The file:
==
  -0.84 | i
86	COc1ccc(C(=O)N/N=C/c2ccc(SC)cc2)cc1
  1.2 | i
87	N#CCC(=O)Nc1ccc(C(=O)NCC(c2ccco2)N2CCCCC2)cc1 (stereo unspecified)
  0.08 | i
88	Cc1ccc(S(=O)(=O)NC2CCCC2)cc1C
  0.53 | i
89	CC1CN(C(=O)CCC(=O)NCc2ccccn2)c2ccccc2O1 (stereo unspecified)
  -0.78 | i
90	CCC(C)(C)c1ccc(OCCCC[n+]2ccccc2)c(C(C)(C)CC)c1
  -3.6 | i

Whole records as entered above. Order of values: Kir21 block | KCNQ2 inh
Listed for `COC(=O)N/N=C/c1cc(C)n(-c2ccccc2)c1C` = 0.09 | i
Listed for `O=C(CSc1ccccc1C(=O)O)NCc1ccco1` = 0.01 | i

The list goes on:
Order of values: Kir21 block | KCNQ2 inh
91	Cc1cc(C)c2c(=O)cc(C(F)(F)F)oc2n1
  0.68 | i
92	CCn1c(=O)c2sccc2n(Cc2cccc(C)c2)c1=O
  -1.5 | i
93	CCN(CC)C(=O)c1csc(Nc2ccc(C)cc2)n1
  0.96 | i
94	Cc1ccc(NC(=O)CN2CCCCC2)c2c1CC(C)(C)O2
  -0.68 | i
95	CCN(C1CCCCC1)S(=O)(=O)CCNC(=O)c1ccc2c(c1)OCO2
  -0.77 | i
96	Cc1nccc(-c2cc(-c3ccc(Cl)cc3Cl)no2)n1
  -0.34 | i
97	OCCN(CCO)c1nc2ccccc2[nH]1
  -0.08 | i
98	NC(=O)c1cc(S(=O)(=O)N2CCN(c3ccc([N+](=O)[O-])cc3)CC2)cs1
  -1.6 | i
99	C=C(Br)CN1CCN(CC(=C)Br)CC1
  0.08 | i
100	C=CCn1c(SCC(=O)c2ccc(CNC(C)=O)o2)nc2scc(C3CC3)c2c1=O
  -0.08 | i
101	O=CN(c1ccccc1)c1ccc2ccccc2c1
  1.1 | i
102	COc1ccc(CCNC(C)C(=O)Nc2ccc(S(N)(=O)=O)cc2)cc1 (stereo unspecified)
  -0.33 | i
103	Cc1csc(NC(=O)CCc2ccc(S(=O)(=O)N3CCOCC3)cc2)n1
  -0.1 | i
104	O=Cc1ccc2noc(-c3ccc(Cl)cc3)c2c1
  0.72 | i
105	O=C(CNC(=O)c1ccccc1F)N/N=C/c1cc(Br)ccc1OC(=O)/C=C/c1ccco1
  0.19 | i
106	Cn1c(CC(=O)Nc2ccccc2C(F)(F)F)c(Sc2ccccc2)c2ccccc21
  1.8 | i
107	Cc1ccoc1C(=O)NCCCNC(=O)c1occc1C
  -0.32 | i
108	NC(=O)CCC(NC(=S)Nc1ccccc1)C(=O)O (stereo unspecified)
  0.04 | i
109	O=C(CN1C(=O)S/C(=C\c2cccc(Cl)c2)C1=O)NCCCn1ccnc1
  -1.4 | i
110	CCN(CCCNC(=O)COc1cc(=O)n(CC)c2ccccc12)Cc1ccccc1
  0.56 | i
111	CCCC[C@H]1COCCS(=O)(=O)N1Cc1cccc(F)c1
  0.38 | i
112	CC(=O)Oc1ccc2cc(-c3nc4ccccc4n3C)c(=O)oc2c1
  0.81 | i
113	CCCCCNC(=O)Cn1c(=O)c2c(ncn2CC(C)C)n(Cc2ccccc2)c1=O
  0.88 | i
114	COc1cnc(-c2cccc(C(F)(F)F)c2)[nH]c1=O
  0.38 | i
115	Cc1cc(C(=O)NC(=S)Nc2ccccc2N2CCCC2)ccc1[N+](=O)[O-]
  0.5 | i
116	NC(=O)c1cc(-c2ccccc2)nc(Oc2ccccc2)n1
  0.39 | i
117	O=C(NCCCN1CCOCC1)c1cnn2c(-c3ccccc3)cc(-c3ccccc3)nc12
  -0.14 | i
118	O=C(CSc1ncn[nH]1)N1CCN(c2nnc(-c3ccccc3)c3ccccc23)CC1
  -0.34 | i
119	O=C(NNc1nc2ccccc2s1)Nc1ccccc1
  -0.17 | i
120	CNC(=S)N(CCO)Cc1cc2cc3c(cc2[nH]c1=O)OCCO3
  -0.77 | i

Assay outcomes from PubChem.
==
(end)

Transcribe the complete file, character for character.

  -0.84 | i
86	COc1ccc(C(=O)N/N=C/c2ccc(SC)cc2)cc1
  1.2 | i
87	N#CCC(=O)Nc1ccc(C(=O)NCC(c2ccco2)N2CCCCC2)cc1 (stereo unspecified)
  0.08 | i
88	Cc1ccc(S(=O)(=O)NC2CCCC2)cc1C
  0.53 | i
89	CC1CN(C(=O)CCC(=O)NCc2ccccn2)c2ccccc2O1 (stereo unspecified)
  -0.78 | i
90	CCC(C)(C)c1ccc(OCCCC[n+]2ccccc2)c(C(C)(C)CC)c1
  -3.6 | i

Whole records as entered above. Order of values: Kir21 block | KCNQ2 inh
Listed for `COC(=O)N/N=C/c1cc(C)n(-c2ccccc2)c1C` = 0.09 | i
Listed for `O=C(CSc1ccccc1C(=O)O)NCc1ccco1` = 0.01 | i

The list goes on:
Order of values: Kir21 block | KCNQ2 inh
91	Cc1cc(C)c2c(=O)cc(C(F)(F)F)oc2n1
  0.68 | i
92	CCn1c(=O)c2sccc2n(Cc2cccc(C)c2)c1=O
  -1.5 | i
93	CCN(CC)C(=O)c1csc(Nc2ccc(C)cc2)n1
  0.96 | i
94	Cc1ccc(NC(=O)CN2CCCCC2)c2c1CC(C)(C)O2
  -0.68 | i
95	CCN(C1CCCCC1)S(=O)(=O)CCNC(=O)c1ccc2c(c1)OCO2
  -0.77 | i
96	Cc1nccc(-c2cc(-c3ccc(Cl)cc3Cl)no2)n1
  -0.34 | i
97	OCCN(CCO)c1nc2ccccc2[nH]1
  -0.08 | i
98	NC(=O)c1cc(S(=O)(=O)N2CCN(c3ccc([N+](=O)[O-])cc3)CC2)cs1
  -1.6 | i
99	C=C(Br)CN1CCN(CC(=C)Br)CC1
  0.08 | i
100	C=CCn1c(SCC(=O)c2ccc(CNC(C)=O)o2)nc2scc(C3CC3)c2c1=O
  -0.08 | i
101	O=CN(c1ccccc1)c1ccc2ccccc2c1
  1.1 | i
102	COc1ccc(CCNC(C)C(=O)Nc2ccc(S(N)(=O)=O)cc2)cc1 (stereo unspecified)
  -0.33 | i
103	Cc1csc(NC(=O)CCc2ccc(S(=O)(=O)N3CCOCC3)cc2)n1
  -0.1 | i
104	O=Cc1ccc2noc(-c3ccc(Cl)cc3)c2c1
  0.72 | i
105	O=C(CNC(=O)c1ccccc1F)N/N=C/c1cc(Br)ccc1OC(=O)/C=C/c1ccco1
  0.19 | i
106	Cn1c(CC(=O)Nc2ccccc2C(F)(F)F)c(Sc2ccccc2)c2ccccc21
  1.8 | i
107	Cc1ccoc1C(=O)NCCCNC(=O)c1occc1C
  -0.32 | i
108	NC(=O)CCC(NC(=S)Nc1ccccc1)C(=O)O (stereo unspecified)
  0.04 | i
109	O=C(CN1C(=O)S/C(=C\c2cccc(Cl)c2)C1=O)NCCCn1ccnc1
  -1.4 | i
110	CCN(CCCNC(=O)COc1cc(=O)n(CC)c2ccccc12)Cc1ccccc1
  0.56 | i
111	CCCC[C@H]1COCCS(=O)(=O)N1Cc1cccc(F)c1
  0.38 | i
112	CC(=O)Oc1ccc2cc(-c3nc4ccccc4n3C)c(=O)oc2c1
  0.81 | i
113	CCCCCNC(=O)Cn1c(=O)c2c(ncn2CC(C)C)n(Cc2ccccc2)c1=O
  0.88 | i
114	COc1cnc(-c2cccc(C(F)(F)F)c2)[nH]c1=O
  0.38 | i
115	Cc1cc(C(=O)NC(=S)Nc2ccccc2N2CCCC2)ccc1[N+](=O)[O-]
  0.5 | i
116	NC(=O)c1cc(-c2ccccc2)nc(Oc2ccccc2)n1
  0.39 | i
117	O=C(NCCCN1CCOCC1)c1cnn2c(-c3ccccc3)cc(-c3ccccc3)nc12
  -0.14 | i
118	O=C(CSc1ncn[nH]1)N1CCN(c2nnc(-c3ccccc3)c3ccccc23)CC1
  -0.34 | i
119	O=C(NNc1nc2ccccc2s1)Nc1ccccc1
  -0.17 | i
120	CNC(=S)N(CCO)Cc1cc2cc3c(cc2[nH]c1=O)OCCO3
  -0.77 | i

Assay outcomes from PubChem.